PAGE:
On March 11, President Biden signed the American Rescue Plan into law, making tens of millions of Americans eligible for the COVID-19 pandemic's third round of economic stimulus payments. Over 100 million people have already received their payments of up to $1,400 each.
With the U.S. economic recovery still inconsistent, these checks have been a major boon in terms of helping people pay their bills and pare down their debts. And because some households didn't suffer as much financially from the crisis, they also gave a boost to America's savings rate.
If your household expenses are already covered and you've set aside a solid emergency fund, don't just stick your stimulus check in the bank. Instead, consider putting that money to work for you by investing it into the stock market. Among the top stocks I'd recommend investors consider now are Boston Omaha (NASDAQ: BOMN) and Alphabet (NASDAQ: GOOG) (NASDAQ: GOOGL).
Tech giant Alphabet isn't a household name, but it's the parent company of Google — a brand that's known worldwide. It owns some of the planet's most durable and widely used digital assets, including Google Search, YouTube, Gmail, the Android operating system, and Google Maps. It now has seven products with more than 1 billion users each.
Over the last 12 months, Alphabet has generated $197 billion in revenue, $50 billion in operating income, and $51 billion in free cash flow. In the first quarter, sales grew by 34% year over year to $55.3 billion, which is an astounding level of growth considering the business's massive scale. That top-line growth came from many areas, but two major drivers were YouTube, which saw ad revenue jump 50% to $6 billion, and Google Cloud, which grew sales 45.7% to $4 billion.
What's more, Alphabet has multiple start-up projects that have the potential to become hundred-billion-dollar businesses. Waymo is one of the current leaders in self-driving technology, and has already started offering driverless taxi rides to the public in Phoenix. It plans to roll the service out gradually in more markets in 2021. If in five to 10 years, Waymo can bring its self-driving technology to the masses, it could add enormous value to Alphabet. Plus, pairing Waymo services with Google Maps could disrupt current ride-hailing leaders like Uber (NYSE: UBER) and Lyft (NASDAQ: LYFT) and other parts of the transportation industry. None of this is guaranteed, but it offers a lot of growth potential for Alphabet, despite its massive market cap. And that's far from the only major growth opportunity the company is pursuing.
Some investors may be put off by Alphabet's $1.65 trillion market cap and the fact that it trades at a price-to-free-cash-flow (P/FCF) of 32. There are also antitrust concerns from U.S. and European regulators, who could fine Google or break up the company. However, when you weigh these risks vs. Google's potential growth opportunities, the valuation starts to look a lot more reasonable.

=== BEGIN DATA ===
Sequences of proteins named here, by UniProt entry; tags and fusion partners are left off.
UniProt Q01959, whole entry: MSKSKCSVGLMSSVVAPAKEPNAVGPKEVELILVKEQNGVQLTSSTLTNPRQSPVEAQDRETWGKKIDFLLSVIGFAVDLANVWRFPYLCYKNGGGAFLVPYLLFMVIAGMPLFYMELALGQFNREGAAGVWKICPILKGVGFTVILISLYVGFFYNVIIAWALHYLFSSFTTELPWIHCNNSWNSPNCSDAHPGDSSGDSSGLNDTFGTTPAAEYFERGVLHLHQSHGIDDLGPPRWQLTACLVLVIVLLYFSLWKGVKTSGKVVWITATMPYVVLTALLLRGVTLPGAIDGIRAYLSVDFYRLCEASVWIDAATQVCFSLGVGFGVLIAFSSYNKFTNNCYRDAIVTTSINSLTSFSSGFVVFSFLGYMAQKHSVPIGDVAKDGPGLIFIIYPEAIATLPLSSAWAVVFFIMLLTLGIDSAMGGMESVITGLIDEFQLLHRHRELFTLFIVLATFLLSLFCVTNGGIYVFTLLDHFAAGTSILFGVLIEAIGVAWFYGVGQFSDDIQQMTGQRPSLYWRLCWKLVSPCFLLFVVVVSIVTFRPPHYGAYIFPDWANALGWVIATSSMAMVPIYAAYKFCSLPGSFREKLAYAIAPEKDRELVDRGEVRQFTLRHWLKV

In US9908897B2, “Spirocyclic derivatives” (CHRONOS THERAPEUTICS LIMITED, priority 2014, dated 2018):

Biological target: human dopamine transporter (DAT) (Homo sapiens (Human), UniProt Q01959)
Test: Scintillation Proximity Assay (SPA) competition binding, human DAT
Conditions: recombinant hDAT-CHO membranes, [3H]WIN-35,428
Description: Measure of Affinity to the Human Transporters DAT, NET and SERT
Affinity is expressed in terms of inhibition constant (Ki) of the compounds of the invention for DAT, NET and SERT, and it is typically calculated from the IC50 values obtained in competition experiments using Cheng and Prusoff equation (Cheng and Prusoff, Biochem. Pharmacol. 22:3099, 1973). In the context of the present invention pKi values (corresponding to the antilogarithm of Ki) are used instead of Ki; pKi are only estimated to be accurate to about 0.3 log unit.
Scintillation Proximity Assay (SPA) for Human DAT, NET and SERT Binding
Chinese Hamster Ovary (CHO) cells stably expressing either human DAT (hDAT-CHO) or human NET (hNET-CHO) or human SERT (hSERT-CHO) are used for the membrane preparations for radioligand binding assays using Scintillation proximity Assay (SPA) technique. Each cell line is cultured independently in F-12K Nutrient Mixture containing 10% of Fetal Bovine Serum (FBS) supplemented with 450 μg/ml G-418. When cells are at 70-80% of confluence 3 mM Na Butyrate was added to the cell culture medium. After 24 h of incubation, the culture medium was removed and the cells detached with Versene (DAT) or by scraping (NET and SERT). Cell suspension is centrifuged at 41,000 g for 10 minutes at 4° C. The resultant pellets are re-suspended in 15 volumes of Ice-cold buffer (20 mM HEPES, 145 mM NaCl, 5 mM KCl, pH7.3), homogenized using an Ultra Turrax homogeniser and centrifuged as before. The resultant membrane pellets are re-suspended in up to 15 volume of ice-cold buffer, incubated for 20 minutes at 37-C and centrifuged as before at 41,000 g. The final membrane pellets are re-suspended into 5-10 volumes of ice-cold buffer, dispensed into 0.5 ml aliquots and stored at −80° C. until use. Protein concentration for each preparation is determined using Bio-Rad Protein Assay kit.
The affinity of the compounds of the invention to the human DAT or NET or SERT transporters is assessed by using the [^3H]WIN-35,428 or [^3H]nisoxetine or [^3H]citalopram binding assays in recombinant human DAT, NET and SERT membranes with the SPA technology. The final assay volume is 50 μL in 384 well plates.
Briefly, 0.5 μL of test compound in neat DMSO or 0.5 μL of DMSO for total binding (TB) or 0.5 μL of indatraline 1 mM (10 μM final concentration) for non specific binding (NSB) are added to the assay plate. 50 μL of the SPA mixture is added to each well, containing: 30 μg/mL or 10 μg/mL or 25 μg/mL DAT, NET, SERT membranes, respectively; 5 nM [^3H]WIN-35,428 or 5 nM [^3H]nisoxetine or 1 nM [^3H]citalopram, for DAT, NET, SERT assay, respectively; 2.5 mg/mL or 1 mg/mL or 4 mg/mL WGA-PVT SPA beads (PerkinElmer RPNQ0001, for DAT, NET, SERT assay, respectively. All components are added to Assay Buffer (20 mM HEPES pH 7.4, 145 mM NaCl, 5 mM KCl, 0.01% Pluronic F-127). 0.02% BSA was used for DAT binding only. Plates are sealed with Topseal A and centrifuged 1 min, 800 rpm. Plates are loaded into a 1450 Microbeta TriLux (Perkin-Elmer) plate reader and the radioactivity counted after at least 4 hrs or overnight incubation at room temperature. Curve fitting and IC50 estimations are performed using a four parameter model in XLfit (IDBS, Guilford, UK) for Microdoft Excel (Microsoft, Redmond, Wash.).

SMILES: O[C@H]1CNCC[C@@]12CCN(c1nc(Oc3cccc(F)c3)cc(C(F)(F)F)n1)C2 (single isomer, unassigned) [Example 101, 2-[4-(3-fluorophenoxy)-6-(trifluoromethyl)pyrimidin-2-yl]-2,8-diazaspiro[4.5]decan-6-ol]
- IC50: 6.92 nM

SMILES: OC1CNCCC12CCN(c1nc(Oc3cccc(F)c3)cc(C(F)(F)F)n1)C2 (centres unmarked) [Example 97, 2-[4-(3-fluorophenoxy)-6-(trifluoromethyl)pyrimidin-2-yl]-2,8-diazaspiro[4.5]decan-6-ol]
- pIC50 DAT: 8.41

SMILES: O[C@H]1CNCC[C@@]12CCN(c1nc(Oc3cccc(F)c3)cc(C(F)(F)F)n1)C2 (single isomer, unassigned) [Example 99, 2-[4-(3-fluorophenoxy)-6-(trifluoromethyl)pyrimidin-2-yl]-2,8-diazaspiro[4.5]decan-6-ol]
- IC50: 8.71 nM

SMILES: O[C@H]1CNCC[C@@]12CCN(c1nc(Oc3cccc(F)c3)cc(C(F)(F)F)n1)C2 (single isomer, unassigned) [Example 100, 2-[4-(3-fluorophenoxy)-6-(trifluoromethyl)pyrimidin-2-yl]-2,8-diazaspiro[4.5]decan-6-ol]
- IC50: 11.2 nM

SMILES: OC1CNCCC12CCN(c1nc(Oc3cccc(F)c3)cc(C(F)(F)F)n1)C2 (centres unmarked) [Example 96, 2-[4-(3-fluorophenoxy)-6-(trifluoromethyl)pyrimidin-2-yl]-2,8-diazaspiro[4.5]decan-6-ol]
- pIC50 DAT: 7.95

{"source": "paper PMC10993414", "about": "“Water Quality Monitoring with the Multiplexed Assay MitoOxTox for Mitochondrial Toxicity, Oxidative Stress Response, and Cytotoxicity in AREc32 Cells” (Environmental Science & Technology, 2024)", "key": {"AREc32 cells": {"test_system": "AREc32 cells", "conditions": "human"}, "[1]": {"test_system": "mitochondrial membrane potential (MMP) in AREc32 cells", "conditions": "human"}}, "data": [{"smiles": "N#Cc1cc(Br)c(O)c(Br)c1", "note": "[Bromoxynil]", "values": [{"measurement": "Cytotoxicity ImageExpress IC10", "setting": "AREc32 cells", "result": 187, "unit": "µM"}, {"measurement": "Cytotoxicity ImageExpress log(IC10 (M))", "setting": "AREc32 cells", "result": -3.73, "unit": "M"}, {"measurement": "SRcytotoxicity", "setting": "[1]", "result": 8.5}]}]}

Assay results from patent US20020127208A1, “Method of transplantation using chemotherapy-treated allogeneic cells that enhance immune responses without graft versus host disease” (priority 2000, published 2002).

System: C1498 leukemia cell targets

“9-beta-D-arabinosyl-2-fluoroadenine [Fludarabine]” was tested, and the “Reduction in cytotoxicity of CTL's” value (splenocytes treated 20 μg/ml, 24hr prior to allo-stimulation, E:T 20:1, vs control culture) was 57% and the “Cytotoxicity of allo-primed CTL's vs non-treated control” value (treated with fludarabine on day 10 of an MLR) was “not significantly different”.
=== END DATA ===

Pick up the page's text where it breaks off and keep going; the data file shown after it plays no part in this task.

Small-cap Boston Omaha is modeled after Berkshire Hathaway (NYSE: BRK.B) and other decentralized holding companies. Under the guidance of co-CEOs Adam Peterson and Alex Rozek, it acquires and invests in businesses that they believe can grow the holding company's intrinsic value at a high rate.
Boston Omaha currently has a few core operating businesses: billboards, insurance, and broadband. All three operating units have quite different business models, but they each share a similarity of generating steady streams of cash that can be reinvested into other growth opportunities. So far, Peterson's and Rozek's performance with minority investments has been stellar. For example, in 2017 and 2019, Boston Omaha invested a total of $22 million into Dream Finders Homes (NASDAQ: DFH), while it was still a privately held company. That stake today is worth $121 million.
While Boston Omaha's track record has been great so far, at a market cap of $830 million and only $45.7 million in 2020 revenue, it trades at a price-to-sales (P/S) ratio of 18, putting a premium on the current and future investments Rozek and Peterson make. If the pair don't allocate capital in a smart manner, Boston Omaha will likely underperform the market over the next decade.
With that being said, this is not a company where you are investing because of a specific product, business model, or current valuation. You're largely betting on the talent of the management team. And with its current market cap, Boston Omaha has a lot of room for growth if management can keep making quality investments such as it did with Dream Finders Homes.
Boston Omaha and Google are wildly different in size (one has a market cap under $1 billion, the other is worth over $1 trillion), but both businesses should be around decades from now. If you're looking for something to invest your economic stimulus check in, you can't do much better than these two stocks.
10 stocks we like better than Alphabet (C shares)
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Suzanne Frey, an executive at Alphabet, is a member of The Motley Fool's board of directors. Brett Schafer owns shares of Boston Omaha Corporation. The Motley Fool owns shares of and recommends Alphabet (A shares), Alphabet (C shares), Berkshire Hathaway (B shares), and Boston Omaha Corporation. The Motley Fool recommends Uber Technologies and recommends the following options: long January 2023 $200.0 calls on Berkshire Hathaway (B shares), short January 2023 $200.0 puts on Berkshire Hathaway (B shares), and short June 2021 $240.0 calls on Berkshire Hathaway (B shares). The Motley Fool has a disclosure policy.